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Humans generally have a good idea of whether something will make us happy or unhappy, but it turns out we’re not great at knowing exactly how much.

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[INTRO ♪].

Sometimes things don't turn out the way you expect them to. Maybe you're excited all month for Christmas and then the day was just ... okay.

Like, not bad, but not mind-blowingly amazing. Or you spend a week dreading that shot you have to get, and then it's not even a big deal. We tend to be pretty bad at predicting how we'll feel about the results of our plans and decisions—it's what psychologists call affective forecasting.

And yet we make major life choices, like who to marry, where to live, and what job to take, all based on what we think is going to make us happy. But if you do find yourself facing an uncertain future, there might be some strategies you can use to make your predictions a little better. We generally have a good sense of whether something will be good or bad for us overall.

Like, no one is suddenly surprised to discover that their colonoscopy was “a thrilling adventure, so can you please schedule another for me.” But people regularly make mistakes about how good or bad something will be, and how much of a lasting impression it will leave on their lives. Take, for example, breaking up with a romantic partner. Most of the time, it's a sad and stressful experience, but people are bad at guessing how awful they'll actually feel.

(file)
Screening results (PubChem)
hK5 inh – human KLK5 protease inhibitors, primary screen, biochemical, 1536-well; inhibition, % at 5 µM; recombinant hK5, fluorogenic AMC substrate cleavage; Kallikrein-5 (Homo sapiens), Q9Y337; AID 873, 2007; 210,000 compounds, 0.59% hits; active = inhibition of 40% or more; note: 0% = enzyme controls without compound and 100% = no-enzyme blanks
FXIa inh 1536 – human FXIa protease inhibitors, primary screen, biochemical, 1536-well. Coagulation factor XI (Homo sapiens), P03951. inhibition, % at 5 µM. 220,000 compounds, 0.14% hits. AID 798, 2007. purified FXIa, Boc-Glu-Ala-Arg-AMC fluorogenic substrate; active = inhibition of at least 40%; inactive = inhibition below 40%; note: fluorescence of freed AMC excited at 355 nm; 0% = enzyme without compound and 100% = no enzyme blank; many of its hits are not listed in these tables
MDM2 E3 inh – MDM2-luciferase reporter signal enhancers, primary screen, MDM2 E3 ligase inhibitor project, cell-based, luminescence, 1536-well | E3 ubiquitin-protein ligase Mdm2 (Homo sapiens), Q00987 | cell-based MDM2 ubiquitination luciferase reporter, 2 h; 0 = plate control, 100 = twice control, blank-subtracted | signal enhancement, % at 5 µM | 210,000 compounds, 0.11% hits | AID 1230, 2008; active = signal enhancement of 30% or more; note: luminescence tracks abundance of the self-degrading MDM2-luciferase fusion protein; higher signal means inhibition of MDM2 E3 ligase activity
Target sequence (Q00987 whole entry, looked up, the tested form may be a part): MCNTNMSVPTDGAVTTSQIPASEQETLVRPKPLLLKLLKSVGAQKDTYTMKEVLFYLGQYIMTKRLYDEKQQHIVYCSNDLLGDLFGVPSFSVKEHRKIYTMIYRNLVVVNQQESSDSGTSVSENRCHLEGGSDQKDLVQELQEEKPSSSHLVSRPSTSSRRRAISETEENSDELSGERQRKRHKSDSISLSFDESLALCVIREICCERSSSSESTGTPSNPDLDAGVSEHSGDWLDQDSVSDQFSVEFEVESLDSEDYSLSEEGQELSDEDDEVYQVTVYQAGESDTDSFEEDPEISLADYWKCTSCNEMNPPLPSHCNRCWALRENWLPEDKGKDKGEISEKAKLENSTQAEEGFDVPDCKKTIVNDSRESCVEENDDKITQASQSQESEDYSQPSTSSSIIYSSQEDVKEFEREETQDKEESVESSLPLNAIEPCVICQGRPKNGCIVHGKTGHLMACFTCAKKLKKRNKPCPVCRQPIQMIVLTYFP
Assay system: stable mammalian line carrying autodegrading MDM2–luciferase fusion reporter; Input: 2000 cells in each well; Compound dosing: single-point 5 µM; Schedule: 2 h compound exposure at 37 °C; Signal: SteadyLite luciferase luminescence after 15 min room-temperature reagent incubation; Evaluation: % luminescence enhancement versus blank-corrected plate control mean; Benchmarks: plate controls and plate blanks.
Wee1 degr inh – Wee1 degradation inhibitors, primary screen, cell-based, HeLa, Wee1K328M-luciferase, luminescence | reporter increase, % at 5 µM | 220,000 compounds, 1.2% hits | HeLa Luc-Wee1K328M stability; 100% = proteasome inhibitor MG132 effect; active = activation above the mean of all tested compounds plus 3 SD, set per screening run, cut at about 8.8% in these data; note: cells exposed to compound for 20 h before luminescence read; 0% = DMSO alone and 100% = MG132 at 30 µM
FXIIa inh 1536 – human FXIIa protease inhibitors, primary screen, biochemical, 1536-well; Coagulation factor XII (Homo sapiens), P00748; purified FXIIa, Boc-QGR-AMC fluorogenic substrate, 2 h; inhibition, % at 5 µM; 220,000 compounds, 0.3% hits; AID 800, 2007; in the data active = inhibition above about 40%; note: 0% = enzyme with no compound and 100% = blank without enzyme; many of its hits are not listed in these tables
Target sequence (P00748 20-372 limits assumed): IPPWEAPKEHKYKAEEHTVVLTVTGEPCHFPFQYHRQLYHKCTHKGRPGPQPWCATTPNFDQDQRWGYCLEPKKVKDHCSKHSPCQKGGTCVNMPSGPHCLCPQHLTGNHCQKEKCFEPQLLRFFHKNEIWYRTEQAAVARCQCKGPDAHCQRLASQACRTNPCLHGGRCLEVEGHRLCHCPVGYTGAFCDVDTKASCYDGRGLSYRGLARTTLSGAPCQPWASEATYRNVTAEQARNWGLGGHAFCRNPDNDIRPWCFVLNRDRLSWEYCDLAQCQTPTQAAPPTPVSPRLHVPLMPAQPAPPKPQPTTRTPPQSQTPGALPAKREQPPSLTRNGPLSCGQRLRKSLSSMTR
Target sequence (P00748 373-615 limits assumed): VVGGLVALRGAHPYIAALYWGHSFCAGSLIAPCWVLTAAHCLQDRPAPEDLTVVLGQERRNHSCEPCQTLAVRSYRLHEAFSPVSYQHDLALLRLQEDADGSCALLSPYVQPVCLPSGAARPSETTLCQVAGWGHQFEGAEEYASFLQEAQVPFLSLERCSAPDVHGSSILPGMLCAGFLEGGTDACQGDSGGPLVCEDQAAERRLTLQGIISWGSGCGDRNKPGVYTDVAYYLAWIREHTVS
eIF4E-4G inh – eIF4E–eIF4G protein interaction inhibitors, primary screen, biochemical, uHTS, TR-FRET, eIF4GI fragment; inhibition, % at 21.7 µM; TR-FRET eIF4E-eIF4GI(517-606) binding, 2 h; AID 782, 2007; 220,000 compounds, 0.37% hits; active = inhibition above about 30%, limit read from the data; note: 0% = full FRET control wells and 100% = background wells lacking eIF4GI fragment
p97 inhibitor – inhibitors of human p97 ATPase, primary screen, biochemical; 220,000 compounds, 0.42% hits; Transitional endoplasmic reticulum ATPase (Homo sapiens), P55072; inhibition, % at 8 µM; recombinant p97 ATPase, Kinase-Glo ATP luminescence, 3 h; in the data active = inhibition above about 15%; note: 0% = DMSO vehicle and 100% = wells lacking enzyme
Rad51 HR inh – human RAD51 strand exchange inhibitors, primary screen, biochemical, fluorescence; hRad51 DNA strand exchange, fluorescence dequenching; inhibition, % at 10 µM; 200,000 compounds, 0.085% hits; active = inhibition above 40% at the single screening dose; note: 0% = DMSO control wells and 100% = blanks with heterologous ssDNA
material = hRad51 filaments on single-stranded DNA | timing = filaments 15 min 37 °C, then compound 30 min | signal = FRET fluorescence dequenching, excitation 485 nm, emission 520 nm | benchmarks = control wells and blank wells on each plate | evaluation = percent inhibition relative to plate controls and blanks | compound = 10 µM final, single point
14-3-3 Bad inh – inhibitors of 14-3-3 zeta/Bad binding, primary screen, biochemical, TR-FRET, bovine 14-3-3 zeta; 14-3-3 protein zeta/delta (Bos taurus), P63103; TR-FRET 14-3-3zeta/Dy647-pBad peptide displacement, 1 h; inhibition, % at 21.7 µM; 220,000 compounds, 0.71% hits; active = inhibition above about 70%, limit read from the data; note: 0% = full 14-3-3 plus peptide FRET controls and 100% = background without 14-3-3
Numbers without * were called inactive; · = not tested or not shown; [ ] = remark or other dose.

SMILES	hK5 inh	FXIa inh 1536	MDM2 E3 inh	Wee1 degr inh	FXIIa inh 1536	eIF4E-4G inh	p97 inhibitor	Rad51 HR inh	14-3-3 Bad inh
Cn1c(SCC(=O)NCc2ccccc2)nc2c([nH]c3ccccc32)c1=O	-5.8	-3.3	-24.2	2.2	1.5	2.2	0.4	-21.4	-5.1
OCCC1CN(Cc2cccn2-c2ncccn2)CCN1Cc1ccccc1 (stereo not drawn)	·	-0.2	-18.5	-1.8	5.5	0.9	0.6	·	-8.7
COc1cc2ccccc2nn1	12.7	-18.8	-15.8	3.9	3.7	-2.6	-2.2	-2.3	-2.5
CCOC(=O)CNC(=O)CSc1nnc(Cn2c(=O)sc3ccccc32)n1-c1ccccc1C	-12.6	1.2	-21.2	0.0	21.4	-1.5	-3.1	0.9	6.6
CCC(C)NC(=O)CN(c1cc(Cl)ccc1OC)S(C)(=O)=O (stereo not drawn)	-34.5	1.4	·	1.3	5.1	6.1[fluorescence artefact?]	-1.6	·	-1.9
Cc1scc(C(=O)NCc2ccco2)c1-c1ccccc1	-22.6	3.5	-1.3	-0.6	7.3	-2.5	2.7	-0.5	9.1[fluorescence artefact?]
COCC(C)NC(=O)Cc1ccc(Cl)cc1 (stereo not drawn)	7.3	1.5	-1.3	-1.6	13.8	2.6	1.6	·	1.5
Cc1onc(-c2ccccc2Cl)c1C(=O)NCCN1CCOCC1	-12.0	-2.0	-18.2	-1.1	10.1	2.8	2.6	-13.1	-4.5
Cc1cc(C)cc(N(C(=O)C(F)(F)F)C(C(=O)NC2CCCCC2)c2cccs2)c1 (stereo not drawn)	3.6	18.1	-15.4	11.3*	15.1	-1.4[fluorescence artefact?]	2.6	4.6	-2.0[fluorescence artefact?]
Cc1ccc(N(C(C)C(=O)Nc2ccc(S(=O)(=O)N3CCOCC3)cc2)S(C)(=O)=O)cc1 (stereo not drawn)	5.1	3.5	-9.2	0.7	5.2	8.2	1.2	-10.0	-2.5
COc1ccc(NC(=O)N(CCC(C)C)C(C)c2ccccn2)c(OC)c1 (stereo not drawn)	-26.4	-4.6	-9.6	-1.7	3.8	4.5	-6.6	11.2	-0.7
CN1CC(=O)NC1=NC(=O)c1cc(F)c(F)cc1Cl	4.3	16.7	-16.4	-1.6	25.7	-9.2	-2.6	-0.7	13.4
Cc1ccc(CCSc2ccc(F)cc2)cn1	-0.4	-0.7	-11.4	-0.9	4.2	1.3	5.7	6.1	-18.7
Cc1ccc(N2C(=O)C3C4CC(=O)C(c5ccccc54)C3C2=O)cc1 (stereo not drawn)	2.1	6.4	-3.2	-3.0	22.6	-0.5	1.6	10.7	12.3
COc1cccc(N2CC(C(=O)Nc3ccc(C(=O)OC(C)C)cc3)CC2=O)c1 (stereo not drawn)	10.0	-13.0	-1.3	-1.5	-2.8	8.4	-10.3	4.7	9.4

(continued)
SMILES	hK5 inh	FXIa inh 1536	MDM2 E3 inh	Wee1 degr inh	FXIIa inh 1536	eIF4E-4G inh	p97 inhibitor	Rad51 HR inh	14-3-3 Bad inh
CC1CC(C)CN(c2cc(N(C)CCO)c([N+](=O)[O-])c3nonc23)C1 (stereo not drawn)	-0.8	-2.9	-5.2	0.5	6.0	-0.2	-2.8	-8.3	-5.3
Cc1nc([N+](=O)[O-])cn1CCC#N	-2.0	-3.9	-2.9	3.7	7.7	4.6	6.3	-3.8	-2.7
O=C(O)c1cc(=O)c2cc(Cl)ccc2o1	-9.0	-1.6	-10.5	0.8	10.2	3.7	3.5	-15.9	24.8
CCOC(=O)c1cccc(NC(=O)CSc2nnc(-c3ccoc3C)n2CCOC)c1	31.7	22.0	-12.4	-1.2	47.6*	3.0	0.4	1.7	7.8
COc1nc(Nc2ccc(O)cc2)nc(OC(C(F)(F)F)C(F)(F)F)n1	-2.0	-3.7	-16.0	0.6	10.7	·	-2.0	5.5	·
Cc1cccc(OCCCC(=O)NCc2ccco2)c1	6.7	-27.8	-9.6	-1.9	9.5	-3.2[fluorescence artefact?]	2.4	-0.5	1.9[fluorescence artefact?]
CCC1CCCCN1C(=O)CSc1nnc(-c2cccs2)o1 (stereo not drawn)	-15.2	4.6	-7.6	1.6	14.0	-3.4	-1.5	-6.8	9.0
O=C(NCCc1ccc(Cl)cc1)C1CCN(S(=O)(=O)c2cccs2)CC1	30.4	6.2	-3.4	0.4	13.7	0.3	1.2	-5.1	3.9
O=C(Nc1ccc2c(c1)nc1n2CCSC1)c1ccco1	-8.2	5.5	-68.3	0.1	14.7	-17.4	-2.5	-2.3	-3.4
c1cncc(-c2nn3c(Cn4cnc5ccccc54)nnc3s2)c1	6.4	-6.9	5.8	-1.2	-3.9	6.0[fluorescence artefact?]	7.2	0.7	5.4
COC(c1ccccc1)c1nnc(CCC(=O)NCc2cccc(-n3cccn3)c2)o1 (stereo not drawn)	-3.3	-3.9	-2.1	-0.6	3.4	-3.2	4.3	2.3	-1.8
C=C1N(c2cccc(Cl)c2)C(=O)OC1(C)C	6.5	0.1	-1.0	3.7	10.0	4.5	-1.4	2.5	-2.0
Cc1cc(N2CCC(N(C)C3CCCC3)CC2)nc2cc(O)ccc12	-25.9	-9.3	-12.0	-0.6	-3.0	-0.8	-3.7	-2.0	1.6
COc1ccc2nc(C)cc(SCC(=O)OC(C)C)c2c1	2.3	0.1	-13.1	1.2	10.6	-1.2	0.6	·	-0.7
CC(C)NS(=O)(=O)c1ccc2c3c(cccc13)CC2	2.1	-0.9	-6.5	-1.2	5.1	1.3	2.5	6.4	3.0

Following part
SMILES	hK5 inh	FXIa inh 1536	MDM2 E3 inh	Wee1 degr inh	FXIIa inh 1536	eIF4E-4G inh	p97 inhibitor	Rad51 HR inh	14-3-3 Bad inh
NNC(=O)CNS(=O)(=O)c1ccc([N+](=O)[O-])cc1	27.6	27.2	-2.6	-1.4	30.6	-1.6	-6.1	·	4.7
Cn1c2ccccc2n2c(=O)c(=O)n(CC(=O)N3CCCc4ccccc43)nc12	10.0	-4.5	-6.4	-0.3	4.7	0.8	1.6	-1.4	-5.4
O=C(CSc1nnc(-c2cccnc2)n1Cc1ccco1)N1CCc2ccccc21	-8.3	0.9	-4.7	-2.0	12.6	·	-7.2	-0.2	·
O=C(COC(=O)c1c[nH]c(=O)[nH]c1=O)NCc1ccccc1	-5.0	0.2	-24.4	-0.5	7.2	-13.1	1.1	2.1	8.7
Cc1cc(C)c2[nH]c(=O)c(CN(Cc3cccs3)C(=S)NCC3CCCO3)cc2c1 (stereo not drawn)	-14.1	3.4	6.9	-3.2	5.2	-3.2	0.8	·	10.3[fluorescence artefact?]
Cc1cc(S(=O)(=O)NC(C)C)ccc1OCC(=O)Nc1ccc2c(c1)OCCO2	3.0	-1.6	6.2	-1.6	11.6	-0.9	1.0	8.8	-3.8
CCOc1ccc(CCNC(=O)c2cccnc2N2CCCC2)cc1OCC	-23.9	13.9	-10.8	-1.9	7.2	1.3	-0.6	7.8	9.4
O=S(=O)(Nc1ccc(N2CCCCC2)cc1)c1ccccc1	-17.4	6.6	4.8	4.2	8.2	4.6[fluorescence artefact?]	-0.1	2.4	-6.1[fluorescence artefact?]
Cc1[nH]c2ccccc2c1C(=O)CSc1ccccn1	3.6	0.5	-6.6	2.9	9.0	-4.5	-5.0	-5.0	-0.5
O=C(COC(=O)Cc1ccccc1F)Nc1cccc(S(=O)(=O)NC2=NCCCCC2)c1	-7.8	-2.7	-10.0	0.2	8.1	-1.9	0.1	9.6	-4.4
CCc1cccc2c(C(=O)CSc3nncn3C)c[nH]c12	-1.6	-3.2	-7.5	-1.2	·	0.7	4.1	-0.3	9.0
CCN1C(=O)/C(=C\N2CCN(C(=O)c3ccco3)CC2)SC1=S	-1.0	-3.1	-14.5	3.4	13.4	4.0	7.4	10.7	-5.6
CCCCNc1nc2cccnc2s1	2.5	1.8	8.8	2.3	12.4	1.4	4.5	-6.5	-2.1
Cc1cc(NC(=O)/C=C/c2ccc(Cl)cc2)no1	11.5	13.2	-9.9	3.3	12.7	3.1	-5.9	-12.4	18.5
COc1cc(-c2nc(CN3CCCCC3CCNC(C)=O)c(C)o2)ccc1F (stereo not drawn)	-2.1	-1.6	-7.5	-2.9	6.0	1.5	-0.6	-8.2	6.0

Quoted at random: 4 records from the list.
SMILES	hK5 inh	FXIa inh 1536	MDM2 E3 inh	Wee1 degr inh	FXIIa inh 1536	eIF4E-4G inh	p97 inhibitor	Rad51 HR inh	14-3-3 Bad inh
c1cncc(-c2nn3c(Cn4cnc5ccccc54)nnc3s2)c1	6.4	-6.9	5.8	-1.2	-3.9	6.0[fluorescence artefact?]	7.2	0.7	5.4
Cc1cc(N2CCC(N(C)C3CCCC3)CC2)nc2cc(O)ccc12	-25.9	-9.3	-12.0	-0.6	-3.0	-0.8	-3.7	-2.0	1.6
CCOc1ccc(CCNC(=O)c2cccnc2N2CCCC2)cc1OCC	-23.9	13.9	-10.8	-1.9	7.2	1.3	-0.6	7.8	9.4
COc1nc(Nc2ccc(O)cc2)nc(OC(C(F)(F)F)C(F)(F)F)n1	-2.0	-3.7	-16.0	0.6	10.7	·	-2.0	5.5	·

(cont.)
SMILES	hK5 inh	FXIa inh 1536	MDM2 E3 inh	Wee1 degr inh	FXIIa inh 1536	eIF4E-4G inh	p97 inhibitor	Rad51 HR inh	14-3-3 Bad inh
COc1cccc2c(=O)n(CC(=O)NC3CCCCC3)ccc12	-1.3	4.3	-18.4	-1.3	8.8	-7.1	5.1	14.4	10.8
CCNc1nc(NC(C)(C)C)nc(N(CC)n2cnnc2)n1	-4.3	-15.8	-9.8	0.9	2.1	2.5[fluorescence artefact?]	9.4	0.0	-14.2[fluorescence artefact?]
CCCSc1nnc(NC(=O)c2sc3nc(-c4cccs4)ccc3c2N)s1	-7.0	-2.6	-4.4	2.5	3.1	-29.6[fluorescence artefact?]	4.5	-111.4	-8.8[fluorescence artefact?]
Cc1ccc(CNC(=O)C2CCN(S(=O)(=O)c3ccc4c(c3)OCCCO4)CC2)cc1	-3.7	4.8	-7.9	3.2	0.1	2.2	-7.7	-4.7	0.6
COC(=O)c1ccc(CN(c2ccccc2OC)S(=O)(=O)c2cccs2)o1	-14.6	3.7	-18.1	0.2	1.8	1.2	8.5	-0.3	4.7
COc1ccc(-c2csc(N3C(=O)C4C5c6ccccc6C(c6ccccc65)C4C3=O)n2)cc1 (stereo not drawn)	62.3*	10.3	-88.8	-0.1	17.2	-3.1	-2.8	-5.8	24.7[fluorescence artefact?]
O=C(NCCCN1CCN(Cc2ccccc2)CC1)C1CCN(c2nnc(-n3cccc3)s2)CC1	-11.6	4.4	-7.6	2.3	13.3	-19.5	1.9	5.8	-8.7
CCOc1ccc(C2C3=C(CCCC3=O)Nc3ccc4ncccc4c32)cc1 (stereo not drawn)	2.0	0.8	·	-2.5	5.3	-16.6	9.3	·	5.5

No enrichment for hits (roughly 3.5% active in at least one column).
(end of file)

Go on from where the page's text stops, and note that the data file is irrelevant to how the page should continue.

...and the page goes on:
In one study, researchers recruited 69 college freshmen who were all in relationships and then tracked them for nine months. By the end of the study, 26 of them had broken up with their partners. The team found that before the breakup, people had a good sense of how quickly they'd get over it, but were bad at guessing how they'd feel immediately following the breakup.

Turns out it wasn't as bad as they thought it would be. But what's weirder is that reporting being in love in the relationship made their guesses worse. Being in love made people think the breakup would be much more devastating, but it wasn't as distressing as they predicted.

That's called the impact bias, and it often shows up in studies on affective forecasting. We predict that experiences will be much more intense than they actually turn out to be: good things will be ecstatic, bad things will be traumatic. The kind of narrative you can construct around the event might also be a factor.

For example, one study had 91 people go through a job interview, where they were told the outcome would be determined by either a single person or by a panel of people. They also made predictions of how they'd feel about not getting the job, and reported how they felt after being rejected—which all of them were, given that it was secretly a fake interview. People's reported happiness was lower when they were interviewed by a panel than when a single person made the decision, which makes sense from an outside perspective.